- Current Issue
SIGN IN to access Harper’s Magazine
1. Sign in to Customer Care using your account number or postal address.
2. Select Email/Password Information.
3. Enter your new information and click on Save My Changes.
Subscribers can find additional help here. Not a subscriber? Subscribe today!
The Senate Judiciary Committee has confirmed that Attorney General Alberto Gonzales is now the subject of an investigation concerning his testimony about and dealings with former DOJ employee Monica Goodling, the Washington Post reports.
The Justice Department is investigating whether Attorney General Alberto R. Gonzales sought to influence the testimony of a departing senior aide during a March meeting in Gonzales’s office, according to correspondence released today. In a letter to the Senate Judiciary Committee, the two officials who are leading an internal Justice Department investigation of the dismissal of nine U.S. attorneys last year said their inquiry includes the Gonzales meeting, which was revealed during testimony last month from former Gonzales aide Monica M. Goodling.
“This is to confirm that the scope of our investigation does include this matter,” wrote Glenn A. Fine, the inspector general, and H. Marshall Jarrett, counsel of the Office of Professional Responsibility.
In his Senate testimony, Gonzales denied that he had conferred with witnesses relevant to the investigation in preparing to testify. Monica Goodling then went out of her way to challenge this statement as false. Gonzales later stated that he “never attempted to influence or shape the testimony or public statements of any witness,” including Goodling, and that his comments “were intended only to comfort her in a very difficult period of her life.”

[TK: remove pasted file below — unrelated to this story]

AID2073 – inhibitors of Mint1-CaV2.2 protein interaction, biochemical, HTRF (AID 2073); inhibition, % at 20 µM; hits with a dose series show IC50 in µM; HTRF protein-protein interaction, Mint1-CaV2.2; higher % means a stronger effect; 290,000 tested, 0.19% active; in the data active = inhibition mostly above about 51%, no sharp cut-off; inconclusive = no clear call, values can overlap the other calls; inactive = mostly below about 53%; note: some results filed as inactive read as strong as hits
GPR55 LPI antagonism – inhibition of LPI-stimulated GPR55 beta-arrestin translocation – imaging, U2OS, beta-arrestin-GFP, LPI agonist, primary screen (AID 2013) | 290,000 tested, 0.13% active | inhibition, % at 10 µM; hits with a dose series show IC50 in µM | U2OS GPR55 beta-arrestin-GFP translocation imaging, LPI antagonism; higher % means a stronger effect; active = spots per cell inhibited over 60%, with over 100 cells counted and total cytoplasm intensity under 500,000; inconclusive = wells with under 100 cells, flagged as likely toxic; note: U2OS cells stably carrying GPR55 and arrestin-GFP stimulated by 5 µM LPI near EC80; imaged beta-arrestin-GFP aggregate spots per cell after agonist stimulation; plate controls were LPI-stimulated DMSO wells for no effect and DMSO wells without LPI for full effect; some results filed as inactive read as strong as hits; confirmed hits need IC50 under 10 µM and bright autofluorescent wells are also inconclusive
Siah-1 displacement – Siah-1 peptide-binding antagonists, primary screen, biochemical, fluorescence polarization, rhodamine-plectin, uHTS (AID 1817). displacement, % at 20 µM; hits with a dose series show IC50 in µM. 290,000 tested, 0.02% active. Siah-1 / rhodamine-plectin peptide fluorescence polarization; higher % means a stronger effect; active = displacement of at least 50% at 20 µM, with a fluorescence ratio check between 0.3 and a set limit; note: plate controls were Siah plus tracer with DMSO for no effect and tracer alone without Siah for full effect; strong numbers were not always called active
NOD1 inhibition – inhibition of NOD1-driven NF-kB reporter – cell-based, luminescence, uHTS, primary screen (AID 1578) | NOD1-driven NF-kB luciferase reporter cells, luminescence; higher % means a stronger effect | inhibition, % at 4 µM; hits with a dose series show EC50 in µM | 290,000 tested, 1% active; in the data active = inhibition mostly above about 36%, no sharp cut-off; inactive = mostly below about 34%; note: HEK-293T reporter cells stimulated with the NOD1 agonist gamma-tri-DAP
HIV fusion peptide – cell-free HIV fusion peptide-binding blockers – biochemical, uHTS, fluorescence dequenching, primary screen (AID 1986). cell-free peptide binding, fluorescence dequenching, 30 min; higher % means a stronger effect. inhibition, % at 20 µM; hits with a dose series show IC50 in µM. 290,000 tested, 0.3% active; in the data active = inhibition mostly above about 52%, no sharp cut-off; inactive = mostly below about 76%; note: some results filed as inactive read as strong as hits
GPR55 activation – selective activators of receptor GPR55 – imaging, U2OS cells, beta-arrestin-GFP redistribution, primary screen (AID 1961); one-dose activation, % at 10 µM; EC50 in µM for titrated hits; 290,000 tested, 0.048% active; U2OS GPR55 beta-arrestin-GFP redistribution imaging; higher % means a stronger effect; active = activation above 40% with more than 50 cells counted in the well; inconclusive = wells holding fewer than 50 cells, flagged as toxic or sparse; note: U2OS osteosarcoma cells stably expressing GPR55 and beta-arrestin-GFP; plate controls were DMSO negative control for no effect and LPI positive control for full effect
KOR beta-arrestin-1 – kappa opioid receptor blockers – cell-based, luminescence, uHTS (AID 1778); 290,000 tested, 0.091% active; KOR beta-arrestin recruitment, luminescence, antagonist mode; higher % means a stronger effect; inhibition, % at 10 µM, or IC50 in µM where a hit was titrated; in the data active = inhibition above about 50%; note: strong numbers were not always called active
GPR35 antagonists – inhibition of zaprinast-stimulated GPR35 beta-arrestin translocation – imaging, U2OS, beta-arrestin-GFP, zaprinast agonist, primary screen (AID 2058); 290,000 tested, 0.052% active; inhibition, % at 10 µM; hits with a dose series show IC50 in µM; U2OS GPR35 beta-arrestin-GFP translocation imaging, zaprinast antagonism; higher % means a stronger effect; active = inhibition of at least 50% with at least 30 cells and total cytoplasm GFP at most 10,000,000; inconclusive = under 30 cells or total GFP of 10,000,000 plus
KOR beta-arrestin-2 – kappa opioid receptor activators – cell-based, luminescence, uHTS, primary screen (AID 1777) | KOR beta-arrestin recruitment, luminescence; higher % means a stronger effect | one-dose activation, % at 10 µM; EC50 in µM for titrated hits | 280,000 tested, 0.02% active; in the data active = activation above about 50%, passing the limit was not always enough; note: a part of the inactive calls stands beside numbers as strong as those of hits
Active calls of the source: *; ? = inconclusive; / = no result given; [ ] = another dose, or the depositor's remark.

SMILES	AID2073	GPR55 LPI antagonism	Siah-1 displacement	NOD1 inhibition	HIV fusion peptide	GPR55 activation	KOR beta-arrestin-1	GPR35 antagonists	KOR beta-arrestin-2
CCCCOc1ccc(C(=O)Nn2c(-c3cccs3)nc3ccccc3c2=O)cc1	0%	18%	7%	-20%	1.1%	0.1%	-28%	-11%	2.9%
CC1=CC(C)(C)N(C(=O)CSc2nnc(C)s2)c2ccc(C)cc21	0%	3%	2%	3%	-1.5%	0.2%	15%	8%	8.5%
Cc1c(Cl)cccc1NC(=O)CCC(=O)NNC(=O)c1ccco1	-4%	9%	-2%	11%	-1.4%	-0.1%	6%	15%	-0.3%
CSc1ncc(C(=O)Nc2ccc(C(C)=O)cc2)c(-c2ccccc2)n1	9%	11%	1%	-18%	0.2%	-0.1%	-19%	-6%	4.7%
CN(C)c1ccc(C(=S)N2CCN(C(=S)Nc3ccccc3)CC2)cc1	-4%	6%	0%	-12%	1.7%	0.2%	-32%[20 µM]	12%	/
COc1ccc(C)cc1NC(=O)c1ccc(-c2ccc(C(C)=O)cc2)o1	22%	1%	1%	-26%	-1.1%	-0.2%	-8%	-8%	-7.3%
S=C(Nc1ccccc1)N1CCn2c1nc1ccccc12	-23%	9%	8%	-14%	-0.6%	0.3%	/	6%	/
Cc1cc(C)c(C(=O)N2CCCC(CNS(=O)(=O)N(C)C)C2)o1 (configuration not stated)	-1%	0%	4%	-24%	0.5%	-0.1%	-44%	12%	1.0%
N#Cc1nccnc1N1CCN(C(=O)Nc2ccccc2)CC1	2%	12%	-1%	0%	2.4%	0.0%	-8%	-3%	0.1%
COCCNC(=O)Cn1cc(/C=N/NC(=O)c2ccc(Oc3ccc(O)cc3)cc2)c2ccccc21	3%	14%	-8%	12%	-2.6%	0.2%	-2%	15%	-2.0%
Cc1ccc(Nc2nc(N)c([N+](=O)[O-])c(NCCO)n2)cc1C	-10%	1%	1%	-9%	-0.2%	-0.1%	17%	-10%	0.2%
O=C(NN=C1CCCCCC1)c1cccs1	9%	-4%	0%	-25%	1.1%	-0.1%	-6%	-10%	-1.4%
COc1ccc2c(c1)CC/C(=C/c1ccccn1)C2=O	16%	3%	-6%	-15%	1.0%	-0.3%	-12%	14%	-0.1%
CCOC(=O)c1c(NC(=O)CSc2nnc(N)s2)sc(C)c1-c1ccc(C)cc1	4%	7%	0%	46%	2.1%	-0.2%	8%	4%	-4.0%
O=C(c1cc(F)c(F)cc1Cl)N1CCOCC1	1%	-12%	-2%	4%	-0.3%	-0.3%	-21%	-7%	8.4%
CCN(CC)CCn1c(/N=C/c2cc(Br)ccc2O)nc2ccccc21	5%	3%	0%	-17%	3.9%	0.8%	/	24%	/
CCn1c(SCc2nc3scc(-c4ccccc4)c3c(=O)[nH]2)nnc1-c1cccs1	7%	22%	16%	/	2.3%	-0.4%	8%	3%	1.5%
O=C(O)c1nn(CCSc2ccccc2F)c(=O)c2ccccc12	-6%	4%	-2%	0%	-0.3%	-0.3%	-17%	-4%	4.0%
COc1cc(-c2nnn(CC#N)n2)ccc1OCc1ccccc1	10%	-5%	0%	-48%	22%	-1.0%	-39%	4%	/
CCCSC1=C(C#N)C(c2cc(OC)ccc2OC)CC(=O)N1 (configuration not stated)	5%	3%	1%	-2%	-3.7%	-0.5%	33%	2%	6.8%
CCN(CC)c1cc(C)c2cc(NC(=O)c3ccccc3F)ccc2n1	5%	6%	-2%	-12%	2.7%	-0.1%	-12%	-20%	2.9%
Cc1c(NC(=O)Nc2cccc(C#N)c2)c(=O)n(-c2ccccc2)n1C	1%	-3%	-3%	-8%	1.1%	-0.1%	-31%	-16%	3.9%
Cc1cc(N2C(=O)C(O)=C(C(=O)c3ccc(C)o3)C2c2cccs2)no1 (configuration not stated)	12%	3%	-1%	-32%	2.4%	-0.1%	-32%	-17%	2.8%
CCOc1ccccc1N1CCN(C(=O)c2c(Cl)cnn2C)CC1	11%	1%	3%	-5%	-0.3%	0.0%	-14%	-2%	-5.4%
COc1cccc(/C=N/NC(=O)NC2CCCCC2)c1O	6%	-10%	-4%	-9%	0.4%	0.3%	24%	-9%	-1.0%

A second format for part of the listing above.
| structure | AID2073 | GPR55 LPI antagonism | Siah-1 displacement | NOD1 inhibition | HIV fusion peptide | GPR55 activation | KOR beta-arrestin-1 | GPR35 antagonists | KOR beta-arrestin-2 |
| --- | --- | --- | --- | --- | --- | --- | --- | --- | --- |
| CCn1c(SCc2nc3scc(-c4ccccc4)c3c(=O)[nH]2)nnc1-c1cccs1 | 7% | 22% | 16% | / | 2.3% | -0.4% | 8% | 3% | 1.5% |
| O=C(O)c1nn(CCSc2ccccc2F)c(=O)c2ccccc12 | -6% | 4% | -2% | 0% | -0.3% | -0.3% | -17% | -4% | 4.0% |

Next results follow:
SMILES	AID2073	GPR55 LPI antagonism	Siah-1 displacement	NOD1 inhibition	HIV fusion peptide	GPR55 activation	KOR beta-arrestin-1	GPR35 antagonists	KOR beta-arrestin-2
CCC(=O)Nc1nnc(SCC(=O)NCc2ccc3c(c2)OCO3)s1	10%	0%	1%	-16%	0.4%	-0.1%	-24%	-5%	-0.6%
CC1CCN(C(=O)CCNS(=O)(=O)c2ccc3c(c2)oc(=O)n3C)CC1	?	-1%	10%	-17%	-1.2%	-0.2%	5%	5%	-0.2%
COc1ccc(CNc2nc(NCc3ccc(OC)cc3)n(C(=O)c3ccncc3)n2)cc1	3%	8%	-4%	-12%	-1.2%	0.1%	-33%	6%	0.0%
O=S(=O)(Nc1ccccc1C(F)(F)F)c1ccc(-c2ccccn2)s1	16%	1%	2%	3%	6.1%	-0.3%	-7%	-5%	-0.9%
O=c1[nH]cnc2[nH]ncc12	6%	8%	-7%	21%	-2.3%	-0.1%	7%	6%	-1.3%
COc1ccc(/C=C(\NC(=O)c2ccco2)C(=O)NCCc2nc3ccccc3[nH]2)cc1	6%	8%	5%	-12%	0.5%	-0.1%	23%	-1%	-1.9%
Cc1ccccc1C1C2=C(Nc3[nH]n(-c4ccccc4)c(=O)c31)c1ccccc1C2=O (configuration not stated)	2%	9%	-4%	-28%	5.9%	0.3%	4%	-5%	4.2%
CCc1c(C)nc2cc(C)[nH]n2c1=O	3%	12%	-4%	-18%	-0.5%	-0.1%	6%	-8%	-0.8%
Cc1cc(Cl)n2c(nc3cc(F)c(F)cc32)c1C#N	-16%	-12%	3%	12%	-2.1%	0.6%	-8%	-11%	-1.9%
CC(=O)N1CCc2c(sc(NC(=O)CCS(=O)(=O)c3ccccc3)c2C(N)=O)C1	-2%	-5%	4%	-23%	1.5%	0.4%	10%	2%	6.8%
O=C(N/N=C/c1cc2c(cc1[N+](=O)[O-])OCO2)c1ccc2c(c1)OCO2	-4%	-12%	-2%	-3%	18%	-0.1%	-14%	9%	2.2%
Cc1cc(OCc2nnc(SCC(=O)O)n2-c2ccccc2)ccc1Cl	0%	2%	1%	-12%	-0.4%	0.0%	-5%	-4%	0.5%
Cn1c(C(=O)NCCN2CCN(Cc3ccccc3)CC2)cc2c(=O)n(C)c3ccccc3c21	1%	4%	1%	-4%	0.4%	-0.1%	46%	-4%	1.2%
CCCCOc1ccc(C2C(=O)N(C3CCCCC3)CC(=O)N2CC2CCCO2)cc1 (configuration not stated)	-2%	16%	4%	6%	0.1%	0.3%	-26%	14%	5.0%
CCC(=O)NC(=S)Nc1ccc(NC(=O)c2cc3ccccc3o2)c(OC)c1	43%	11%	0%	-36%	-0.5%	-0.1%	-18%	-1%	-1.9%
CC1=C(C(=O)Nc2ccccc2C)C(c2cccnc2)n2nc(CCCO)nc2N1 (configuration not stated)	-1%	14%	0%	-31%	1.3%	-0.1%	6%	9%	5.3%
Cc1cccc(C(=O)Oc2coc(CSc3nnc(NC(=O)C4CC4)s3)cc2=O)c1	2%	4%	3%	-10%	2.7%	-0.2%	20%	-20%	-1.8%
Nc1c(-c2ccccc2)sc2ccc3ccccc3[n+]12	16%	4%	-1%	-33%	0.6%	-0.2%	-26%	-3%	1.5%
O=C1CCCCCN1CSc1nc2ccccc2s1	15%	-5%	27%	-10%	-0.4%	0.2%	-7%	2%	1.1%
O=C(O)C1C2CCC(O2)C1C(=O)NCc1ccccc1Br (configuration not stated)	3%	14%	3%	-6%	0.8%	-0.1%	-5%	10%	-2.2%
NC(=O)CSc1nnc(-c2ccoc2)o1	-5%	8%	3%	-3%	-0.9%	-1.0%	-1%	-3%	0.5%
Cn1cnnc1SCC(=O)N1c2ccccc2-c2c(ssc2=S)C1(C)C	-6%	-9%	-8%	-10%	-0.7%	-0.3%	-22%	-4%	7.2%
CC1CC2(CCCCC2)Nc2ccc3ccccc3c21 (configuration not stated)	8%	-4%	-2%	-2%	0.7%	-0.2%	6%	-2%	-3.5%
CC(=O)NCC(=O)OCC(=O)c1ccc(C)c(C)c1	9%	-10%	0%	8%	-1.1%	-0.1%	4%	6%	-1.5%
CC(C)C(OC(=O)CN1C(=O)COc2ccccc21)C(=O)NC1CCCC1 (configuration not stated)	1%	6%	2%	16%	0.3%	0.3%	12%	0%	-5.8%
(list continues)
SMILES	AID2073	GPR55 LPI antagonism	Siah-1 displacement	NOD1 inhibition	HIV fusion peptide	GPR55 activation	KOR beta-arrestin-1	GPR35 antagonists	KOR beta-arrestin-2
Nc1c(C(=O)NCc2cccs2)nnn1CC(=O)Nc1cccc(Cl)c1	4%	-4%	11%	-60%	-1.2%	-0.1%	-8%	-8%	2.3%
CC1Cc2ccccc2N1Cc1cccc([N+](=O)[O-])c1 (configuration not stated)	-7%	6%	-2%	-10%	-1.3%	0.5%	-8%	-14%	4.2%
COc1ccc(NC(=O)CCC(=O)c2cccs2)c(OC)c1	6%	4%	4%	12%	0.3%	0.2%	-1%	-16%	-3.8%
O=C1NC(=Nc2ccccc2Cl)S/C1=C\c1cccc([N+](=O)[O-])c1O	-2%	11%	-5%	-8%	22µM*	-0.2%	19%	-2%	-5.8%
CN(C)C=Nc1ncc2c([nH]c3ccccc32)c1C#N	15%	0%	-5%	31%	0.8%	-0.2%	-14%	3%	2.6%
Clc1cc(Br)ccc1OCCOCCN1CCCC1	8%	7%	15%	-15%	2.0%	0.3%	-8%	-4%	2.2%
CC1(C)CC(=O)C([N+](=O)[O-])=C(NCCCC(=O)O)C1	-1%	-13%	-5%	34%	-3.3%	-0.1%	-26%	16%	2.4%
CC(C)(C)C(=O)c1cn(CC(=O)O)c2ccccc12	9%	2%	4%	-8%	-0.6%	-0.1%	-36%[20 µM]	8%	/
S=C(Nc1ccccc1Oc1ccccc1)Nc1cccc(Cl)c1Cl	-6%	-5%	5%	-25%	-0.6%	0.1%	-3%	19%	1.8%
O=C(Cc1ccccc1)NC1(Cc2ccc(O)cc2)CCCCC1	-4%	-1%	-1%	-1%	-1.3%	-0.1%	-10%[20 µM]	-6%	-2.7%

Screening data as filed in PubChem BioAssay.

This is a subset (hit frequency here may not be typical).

The ability of the DOJ inspector general and Office of Professional Responsibility to conduct an independent and objective investigation of the man to whom they report directly is of course subject to question. Gonzales previously acknowledged having directly intervened to stop an internal DOJ investigation looking into improper conduct by DOJ attorneys in connection with surveillance programs initiated without the court authorizations required under FISA, a federal criminal statute.
More from Scott Horton:
No Comment — November 4, 2013, 5:17 pm
An expert panel concludes that the Pentagon and the CIA ordered physicians to violate the Hippocratic Oath
No Comment — August 12, 2013, 7:55 am
How will the Obama Administration handle Edward Snowden’s case in the long term?
No Comment — July 29, 2013, 11:36 am
Is it possible to simply disband the partisan FISA court?
Average portion of its yearly household expenditures that a South African family will spend on a funeral:
Neuroscientists were hoping to use rat brain waves to find people buried by earthquakes.
Four people were arrested for using a remote-controlled hexacopter to fly two pounds of tobacco to prisoners inside the yard at Calhoun State Prison in Georgia.
Subscribe to the Weekly Review newsletter. Don’t worry, we won’t sell your email address!
Our congratulations to Alice Munro, winner of the 2013 Nobel Prize for Literature